Rome Capital city and comune in Italy

Rome is the capital city and a special comune of Italy. Rome also serves as the capital of the Lazio region. With 2,872,800 residents in 1,285 km2 (496.1 sq mi), it is also the country's most populated comune. It is the fourth most populous city in the European Union by population within city limits. It is the centre of the Metropolitan City of Rome, which has a population of 4,355,725 residents, thus making it the most populous metropolitan city in Italy. Rome is located in the central-western portion of the Italian Peninsula, within Lazio (Latium), along the shores of the Tiber. The Vatican City is an independent country inside the city boundaries of Rome, the only existing example of a country within a city: for this reason Rome has been often defined as capital of two states.

Rome Metro line A passes the Vatican at Ottaviano and Cipro-Musei Vaticani metro stations. Both stops are a ten-minute walk away from the city-state. [4]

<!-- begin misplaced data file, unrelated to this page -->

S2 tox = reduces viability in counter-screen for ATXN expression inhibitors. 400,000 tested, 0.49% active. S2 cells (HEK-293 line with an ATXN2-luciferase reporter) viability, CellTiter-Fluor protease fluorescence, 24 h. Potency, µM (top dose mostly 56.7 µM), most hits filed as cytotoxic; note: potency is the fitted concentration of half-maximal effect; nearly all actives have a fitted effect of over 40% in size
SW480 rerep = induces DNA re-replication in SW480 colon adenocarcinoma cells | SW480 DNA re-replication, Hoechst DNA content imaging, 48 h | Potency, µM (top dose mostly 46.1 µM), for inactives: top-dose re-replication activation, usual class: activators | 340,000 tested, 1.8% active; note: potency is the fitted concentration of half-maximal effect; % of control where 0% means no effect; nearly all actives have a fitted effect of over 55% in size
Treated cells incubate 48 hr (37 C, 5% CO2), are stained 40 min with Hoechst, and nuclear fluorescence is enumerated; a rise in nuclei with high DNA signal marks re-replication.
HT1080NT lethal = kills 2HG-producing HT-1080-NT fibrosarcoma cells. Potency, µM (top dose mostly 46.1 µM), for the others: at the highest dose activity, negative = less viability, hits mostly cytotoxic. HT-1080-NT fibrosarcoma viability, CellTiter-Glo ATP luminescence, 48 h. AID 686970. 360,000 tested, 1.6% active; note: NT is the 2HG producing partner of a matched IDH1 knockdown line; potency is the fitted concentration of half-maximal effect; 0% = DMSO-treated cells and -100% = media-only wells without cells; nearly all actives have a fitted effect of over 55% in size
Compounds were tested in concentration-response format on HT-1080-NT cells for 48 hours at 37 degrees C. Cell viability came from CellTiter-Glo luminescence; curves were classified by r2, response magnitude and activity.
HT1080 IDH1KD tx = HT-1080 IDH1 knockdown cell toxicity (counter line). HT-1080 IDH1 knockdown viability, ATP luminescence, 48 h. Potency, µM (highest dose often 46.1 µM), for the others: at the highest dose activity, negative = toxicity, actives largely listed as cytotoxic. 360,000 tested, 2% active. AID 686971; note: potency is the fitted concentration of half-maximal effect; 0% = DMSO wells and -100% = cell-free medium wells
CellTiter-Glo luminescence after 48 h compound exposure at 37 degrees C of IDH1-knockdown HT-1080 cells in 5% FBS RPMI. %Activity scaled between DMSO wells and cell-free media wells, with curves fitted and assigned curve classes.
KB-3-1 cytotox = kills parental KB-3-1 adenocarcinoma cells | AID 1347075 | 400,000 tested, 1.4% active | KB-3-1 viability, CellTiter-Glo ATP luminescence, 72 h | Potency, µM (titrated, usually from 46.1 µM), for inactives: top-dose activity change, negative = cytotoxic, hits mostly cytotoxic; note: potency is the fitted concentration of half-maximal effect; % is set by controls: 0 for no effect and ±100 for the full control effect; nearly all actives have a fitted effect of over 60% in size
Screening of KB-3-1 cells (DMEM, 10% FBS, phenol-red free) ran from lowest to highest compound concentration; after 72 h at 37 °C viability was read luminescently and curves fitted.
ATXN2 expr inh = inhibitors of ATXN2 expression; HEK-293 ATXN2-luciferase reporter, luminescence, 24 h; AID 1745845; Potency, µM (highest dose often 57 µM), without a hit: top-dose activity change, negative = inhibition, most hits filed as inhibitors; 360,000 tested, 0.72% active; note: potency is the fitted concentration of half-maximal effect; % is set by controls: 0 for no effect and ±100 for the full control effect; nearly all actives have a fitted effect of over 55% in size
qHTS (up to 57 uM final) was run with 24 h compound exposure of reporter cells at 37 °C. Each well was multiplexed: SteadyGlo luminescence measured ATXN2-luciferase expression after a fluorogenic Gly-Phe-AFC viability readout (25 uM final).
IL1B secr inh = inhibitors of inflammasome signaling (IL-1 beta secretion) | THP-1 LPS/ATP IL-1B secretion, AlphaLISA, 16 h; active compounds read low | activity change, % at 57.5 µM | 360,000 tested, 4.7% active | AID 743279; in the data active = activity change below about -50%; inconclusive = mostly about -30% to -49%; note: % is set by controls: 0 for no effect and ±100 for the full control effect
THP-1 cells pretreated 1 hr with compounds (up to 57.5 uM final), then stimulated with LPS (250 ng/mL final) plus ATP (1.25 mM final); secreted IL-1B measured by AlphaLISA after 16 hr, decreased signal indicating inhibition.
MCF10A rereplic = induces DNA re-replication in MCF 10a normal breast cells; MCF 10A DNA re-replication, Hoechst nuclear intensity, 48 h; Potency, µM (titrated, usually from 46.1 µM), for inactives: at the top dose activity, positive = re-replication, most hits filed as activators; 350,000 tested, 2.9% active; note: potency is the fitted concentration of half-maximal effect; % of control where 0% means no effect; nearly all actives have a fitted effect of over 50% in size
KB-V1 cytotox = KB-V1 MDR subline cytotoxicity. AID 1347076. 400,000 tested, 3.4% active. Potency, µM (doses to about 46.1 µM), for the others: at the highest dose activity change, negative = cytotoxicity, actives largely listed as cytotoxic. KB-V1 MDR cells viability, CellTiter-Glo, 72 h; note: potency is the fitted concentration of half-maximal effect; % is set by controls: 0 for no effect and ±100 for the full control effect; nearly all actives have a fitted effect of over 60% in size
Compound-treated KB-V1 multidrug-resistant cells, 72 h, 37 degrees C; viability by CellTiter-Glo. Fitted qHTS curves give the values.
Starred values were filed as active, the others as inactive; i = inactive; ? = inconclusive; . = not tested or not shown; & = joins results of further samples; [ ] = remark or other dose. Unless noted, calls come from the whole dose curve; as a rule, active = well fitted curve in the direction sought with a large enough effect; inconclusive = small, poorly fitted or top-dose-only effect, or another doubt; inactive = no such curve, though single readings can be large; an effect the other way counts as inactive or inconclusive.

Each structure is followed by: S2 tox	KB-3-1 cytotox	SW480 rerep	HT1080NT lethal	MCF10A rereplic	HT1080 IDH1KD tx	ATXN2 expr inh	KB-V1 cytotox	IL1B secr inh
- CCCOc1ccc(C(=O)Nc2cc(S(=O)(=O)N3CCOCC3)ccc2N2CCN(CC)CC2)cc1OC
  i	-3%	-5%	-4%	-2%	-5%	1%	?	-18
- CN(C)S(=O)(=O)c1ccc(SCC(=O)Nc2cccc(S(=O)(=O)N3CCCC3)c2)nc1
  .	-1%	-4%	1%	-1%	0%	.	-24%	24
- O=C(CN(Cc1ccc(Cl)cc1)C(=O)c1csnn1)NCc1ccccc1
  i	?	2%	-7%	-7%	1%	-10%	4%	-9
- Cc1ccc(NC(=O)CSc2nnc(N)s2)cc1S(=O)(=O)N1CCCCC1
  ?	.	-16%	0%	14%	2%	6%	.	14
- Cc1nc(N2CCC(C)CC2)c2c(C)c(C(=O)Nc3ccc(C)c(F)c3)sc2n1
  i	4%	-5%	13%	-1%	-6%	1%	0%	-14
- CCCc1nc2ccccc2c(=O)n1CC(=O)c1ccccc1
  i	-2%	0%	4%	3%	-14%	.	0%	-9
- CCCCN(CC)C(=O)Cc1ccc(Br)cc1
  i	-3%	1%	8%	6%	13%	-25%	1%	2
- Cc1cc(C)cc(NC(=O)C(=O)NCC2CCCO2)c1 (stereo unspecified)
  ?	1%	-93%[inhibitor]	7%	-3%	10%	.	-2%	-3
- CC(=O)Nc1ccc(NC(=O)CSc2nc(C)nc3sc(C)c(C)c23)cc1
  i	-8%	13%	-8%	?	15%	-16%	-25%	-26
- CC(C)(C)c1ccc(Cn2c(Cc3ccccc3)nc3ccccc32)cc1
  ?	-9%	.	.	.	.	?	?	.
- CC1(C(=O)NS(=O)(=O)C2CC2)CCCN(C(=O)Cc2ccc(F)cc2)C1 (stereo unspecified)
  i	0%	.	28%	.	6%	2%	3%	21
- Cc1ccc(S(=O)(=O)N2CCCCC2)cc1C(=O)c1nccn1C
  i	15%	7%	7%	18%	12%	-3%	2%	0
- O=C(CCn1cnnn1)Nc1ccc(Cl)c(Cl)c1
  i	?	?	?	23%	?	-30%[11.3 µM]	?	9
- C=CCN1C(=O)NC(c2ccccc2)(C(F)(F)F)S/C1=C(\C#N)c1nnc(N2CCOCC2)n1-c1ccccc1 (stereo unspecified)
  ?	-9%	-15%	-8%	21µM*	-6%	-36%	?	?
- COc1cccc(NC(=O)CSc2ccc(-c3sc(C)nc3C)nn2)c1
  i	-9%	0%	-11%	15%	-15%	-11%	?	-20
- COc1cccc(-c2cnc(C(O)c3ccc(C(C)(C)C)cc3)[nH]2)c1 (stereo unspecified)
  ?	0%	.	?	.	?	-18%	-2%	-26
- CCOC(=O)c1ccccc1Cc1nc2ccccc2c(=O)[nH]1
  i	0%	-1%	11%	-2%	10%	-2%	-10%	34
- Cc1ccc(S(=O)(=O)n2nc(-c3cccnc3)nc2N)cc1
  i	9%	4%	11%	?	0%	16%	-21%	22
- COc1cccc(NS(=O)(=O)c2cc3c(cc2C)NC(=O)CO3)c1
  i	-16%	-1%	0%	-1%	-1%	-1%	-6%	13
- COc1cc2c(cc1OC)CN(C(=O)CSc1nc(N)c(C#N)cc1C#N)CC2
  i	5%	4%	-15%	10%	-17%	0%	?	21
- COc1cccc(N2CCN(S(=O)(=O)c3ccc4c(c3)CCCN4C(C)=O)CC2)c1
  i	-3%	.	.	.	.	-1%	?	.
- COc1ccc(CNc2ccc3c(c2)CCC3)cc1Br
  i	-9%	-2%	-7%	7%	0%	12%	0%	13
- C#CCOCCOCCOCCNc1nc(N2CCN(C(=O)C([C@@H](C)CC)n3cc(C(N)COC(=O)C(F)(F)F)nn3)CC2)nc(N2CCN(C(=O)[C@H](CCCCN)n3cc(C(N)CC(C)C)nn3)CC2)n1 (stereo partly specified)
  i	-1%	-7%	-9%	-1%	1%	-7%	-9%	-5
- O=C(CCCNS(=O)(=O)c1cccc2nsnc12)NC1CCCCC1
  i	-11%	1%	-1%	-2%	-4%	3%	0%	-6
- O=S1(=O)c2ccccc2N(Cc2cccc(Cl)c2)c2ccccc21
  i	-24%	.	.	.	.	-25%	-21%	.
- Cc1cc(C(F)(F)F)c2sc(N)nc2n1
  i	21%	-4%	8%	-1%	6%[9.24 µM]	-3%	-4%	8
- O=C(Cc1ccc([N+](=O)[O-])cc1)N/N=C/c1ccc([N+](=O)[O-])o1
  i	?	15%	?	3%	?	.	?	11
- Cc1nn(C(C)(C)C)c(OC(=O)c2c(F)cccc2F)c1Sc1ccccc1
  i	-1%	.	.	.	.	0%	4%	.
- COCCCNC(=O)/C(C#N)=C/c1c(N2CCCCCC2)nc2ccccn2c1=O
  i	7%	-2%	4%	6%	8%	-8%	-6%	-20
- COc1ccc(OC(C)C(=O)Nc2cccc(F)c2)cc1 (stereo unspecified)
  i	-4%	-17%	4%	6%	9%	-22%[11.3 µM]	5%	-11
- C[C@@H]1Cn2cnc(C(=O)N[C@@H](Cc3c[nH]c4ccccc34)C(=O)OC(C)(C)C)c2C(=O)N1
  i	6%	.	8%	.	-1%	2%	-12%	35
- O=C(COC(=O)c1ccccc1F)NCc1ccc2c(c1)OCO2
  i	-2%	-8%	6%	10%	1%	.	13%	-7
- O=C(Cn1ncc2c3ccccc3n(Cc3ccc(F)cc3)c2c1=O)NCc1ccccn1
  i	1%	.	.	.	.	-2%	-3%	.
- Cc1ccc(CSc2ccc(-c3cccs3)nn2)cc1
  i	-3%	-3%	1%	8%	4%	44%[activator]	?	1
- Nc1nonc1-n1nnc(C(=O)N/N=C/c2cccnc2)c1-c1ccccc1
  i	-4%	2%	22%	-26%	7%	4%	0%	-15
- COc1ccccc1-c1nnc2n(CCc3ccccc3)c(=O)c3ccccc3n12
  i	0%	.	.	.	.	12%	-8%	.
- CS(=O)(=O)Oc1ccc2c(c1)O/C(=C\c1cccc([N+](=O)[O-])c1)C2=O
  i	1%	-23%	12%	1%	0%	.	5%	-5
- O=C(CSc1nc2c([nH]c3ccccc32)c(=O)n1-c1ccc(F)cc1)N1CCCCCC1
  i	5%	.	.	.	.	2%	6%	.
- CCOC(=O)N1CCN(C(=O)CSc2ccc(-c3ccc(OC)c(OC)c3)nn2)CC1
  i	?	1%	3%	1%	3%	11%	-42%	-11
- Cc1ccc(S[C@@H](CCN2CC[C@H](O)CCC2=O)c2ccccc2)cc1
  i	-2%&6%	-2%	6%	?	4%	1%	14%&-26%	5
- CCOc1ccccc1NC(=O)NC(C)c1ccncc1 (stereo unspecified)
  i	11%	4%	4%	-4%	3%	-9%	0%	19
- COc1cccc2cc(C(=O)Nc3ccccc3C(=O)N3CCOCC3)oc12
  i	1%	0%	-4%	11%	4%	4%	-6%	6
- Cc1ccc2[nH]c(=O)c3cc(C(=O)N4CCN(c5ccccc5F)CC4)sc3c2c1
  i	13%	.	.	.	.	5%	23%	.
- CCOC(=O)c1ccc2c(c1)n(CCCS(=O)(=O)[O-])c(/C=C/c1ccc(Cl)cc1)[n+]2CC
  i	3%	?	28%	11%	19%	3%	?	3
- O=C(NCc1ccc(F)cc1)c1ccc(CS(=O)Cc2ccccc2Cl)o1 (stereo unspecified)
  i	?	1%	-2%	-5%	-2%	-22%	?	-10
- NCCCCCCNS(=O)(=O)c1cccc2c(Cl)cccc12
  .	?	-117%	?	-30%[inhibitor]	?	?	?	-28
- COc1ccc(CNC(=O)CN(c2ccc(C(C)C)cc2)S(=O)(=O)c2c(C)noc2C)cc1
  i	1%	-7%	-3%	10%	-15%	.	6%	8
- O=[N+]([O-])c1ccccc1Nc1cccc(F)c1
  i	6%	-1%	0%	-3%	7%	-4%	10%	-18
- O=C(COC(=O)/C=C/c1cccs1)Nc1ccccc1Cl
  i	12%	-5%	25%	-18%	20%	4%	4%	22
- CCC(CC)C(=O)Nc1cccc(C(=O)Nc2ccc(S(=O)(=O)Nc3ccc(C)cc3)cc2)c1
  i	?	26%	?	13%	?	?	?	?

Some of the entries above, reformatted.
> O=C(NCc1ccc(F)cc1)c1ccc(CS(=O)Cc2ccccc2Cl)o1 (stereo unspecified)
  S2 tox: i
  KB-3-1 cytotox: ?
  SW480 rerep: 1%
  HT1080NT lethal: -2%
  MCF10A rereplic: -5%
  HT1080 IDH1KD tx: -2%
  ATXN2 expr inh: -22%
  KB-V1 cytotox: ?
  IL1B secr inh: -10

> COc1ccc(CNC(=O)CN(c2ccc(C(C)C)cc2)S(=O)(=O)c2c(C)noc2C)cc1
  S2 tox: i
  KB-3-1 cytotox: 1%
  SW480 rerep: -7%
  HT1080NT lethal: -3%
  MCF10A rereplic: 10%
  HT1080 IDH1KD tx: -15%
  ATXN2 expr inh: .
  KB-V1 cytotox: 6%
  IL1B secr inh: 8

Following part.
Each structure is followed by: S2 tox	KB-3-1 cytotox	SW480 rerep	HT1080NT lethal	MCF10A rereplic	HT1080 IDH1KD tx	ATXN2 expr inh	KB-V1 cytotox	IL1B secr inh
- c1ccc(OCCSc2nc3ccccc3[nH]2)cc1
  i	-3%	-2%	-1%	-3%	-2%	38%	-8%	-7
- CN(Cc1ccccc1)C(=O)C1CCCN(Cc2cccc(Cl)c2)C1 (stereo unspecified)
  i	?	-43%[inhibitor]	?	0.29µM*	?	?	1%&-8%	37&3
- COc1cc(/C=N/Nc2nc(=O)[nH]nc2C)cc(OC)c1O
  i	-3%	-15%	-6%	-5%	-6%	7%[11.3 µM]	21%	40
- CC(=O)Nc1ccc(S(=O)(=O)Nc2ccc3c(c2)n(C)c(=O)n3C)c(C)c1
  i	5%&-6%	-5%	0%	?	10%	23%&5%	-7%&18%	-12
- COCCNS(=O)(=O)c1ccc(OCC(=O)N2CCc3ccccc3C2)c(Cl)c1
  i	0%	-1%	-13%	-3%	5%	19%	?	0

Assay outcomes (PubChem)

Rome Metro Rapid transit system in Rome, Italy

The Rome Metro is a rapid transit system that operates in Rome, Italy. It started operation in 1955, making it the oldest in the country.

Ottaviano – San Pietro – Musei Vaticani (Rome Metro) Rome Metro station

Ottaviano–San Pietro–Musei Vaticani is a station on Line A of the Rome Metro.

Cipro (Rome Metro) Rome Metro station

Cipro is an underground station on Line A of the Rome Metro, inaugurated in 1999. The station is situated between Via Cipro and Via Angelo Emo.

Road vehicles

Vatican City railway station Citta del Vaticano (train station).jpg
Vatican City railway station